Gender variation in leptin circadian rhythm and pulsatility in adult growth hormone deficiency: effects of growth hormone replacement

H. D. White, A. M. Ahmad, R. Guzder, A. M. Wallace, WD Fraser, J. P. Vora

Research output: Contribution to journalArticle

10 Citations (Scopus)


OBJECTIVES: Adult growth hormone deficiency (AGHD) is characterized by obesity and associated with increased leptin concentration and decreased leptin pulsatility. Growth hormone replacement (GHR) results in a decrease in leptin concentration and increase in leptin pulsatility, followed by reduction in body fat mass (BFM). In both health and AGHD, women exhibit relatively higher leptin concentrations compared to men. The effect of gender on leptin rhythm and pulse parameters in AGHD is yet to be defined and the gender difference in the response of leptin secretory pattern to GHR has not been determined. Therefore the aim of this study was to evaluate the effect of gender on circadian and pulse parameters of leptin secretion in AGHD, and examine the gender variation in response of these parameters to GHR.

STUDY DESIGN: A prospective, open treatment design study to determine the effect of gender on leptin rhythm and pulse parameters in untreated and treated AGHD. GH was commenced at a daily dose of 0·5 IU, and titrated up by increments of 0·25 IU at 2-weekly intervals to achieve and maintain IGF-I SDs between the median and upper end of the age-related reference range.

PATIENTS: Twelve patients (six men, six women) with severe AGHD following pituitary surgery, defined as peak GH response < 9 mU/l to provocative testing were studied. All patients required additional pituitary replacement hormones following pituitary surgery and were on optimal doses at recruitment.

MEASUREMENTS: Plasma leptin was measured at half-hourly intervals for 24 h, before and 1 month after initiation of GHR. Cosinor analysis was used to determine the circadian rhythm parameters: MESOR (rhythm-adjusted mean), acrophase and amplitude; and ULTRA algorithm used for pulse analysis. Body composition was measured using bioelectrical impedance.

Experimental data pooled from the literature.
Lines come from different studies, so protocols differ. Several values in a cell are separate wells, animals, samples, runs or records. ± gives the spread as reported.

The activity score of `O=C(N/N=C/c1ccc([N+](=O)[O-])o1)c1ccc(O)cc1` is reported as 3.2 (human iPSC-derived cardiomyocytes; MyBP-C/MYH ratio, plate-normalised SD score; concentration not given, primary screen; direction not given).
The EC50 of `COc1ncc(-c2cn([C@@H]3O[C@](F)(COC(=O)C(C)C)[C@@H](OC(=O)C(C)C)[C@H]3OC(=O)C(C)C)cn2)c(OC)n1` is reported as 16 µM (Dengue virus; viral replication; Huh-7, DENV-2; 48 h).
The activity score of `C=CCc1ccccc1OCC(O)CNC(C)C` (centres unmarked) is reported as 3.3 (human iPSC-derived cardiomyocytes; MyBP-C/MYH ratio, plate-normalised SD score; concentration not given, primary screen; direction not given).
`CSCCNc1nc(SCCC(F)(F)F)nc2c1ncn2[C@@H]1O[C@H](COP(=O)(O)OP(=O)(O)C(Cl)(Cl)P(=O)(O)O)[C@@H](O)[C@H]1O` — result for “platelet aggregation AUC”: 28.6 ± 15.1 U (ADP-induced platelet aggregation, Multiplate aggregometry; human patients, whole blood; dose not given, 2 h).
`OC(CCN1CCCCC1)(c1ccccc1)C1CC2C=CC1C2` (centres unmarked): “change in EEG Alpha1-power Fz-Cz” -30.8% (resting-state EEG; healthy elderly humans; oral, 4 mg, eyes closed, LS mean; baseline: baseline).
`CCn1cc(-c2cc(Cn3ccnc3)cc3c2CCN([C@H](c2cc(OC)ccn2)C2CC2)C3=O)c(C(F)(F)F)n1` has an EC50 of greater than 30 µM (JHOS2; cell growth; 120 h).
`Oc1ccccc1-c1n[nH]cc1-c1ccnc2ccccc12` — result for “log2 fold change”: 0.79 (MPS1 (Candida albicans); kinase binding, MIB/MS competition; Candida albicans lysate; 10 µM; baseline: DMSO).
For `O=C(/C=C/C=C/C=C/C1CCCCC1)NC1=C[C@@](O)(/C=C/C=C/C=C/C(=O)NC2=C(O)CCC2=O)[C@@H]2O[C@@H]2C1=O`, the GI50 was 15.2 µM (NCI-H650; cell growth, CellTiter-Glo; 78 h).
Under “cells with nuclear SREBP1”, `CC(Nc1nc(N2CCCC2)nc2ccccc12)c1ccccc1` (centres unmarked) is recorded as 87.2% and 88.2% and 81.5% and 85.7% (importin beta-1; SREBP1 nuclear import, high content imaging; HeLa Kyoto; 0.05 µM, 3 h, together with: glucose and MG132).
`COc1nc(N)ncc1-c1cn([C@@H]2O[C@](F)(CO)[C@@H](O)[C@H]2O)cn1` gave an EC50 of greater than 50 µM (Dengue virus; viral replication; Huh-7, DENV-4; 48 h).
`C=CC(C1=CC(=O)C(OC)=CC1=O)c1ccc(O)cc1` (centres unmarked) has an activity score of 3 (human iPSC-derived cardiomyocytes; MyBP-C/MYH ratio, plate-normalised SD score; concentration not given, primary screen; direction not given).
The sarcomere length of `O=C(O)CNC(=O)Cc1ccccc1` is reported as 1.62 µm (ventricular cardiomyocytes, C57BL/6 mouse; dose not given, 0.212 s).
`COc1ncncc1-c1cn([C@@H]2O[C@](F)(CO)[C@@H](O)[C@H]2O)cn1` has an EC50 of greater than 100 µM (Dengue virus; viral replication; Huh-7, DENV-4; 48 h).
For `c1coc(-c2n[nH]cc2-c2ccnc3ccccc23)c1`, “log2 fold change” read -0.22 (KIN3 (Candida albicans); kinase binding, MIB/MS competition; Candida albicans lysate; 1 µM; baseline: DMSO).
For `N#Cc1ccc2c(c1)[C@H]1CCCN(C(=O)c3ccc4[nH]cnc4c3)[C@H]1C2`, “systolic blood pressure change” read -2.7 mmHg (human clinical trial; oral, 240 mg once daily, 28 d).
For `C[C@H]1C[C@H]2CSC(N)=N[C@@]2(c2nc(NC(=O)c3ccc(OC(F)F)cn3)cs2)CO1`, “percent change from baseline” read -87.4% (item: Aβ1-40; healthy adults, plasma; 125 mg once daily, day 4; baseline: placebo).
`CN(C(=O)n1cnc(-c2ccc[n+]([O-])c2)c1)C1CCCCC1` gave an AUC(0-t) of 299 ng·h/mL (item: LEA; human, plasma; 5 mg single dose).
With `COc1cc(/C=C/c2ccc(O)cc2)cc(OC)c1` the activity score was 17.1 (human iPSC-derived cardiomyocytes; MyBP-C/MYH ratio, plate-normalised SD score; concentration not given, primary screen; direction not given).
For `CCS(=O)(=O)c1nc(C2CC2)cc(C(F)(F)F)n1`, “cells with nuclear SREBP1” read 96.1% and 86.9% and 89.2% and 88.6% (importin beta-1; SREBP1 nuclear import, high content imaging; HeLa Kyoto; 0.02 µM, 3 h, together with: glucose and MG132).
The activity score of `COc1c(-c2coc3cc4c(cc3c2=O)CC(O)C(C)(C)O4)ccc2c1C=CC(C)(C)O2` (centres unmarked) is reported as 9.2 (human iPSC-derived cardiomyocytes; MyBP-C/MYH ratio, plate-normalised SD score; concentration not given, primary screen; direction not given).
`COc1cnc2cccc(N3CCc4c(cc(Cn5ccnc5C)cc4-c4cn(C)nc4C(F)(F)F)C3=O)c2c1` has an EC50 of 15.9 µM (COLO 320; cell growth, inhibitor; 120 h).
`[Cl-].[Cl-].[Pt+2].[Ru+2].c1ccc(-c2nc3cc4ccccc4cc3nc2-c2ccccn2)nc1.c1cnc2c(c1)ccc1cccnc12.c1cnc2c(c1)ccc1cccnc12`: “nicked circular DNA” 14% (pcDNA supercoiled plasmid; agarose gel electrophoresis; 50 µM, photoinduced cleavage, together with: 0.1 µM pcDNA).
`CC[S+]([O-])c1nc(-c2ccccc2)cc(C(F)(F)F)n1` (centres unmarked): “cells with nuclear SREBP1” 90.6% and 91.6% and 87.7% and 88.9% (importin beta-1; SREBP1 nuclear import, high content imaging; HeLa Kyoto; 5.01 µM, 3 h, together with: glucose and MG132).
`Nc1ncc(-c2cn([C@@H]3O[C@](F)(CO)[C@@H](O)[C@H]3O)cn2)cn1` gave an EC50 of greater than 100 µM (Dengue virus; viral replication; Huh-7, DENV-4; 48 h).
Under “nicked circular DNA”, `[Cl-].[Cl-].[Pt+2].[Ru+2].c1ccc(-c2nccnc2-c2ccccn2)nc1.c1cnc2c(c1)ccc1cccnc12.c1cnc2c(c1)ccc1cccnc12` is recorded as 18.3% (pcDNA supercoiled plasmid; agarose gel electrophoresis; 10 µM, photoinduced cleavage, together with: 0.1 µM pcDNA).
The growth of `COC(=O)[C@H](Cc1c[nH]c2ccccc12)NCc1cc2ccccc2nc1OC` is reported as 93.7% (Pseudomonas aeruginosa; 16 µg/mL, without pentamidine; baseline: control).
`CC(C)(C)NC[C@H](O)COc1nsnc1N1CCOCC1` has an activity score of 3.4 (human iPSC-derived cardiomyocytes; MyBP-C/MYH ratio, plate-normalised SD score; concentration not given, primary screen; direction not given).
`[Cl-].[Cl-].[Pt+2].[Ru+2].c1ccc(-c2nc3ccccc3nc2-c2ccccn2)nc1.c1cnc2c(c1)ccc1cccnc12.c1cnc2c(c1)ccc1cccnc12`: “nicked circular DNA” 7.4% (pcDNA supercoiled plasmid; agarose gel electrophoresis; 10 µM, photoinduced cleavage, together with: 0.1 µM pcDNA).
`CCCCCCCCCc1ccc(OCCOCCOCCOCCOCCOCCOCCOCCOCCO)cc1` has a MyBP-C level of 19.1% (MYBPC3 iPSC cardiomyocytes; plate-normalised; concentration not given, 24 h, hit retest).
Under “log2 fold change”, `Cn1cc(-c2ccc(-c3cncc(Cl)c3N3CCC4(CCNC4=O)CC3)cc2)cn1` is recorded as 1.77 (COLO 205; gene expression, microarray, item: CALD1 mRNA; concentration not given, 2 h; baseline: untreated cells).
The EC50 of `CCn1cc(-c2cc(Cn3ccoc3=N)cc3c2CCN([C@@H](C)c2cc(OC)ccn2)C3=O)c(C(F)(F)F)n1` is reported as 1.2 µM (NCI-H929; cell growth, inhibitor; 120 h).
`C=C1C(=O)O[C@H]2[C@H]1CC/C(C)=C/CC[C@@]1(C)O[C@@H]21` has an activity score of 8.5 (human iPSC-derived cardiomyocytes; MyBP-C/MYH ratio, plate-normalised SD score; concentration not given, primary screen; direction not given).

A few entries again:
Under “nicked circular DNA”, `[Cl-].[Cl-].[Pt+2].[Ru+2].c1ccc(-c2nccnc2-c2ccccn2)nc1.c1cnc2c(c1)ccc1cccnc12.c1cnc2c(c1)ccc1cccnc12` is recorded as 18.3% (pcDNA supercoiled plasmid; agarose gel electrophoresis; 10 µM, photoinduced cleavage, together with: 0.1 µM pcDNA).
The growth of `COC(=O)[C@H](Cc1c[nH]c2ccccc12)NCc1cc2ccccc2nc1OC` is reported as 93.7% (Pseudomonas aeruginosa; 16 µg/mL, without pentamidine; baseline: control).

RESULTS: BFM was higher in women than men at both visits (P < 0·05), but there was no significant change in BFM in either gender following 1 month of GHR. Women had a higher mean 24-h leptin concentration, MESOR, circadian amplitude and pulse amplitude, both before and after GHR (P < 0·05). Following treatment, mean leptin concentration and MESOR decreased significantly in both men and women (P < 0·05), with no significant difference in percentage change between the genders. Pulse frequency increased and duration decreased significantly after GHR in both groups, without any significant gender difference. IGF-I and IGF SDs were similar in both genders at baseline (P = 0·93). However, after 1 month GHR, the increase in both measurements was greater in men than women (P = 0·005) and men had significantly higher IGF-I and IGF SDs than women (P = 0·01).

CONCLUSIONS: As in healthy individuals, leptin levels were higher in women with AGHD than men, both prior to and after GHR. Decline in leptin concentrations and increase in leptin pulsatility following 1 month of GH treatment were similar in both genders. Changes in leptin secretory parameters appeared to occur without any significant decrease in BFM, suggesting a regulatory role for GH. Additionally, the action of GH on leptin secretory pattern does not appear to be mediated by IGF-I. Our data suggest that changes in leptin concentration and rhythm parameters following GHR are independent of gender.
Original languageEnglish
Pages (from-to)482-488
Number of pages7
JournalClinical Endocrinology
Issue number4
Publication statusPublished - 2003

Cite this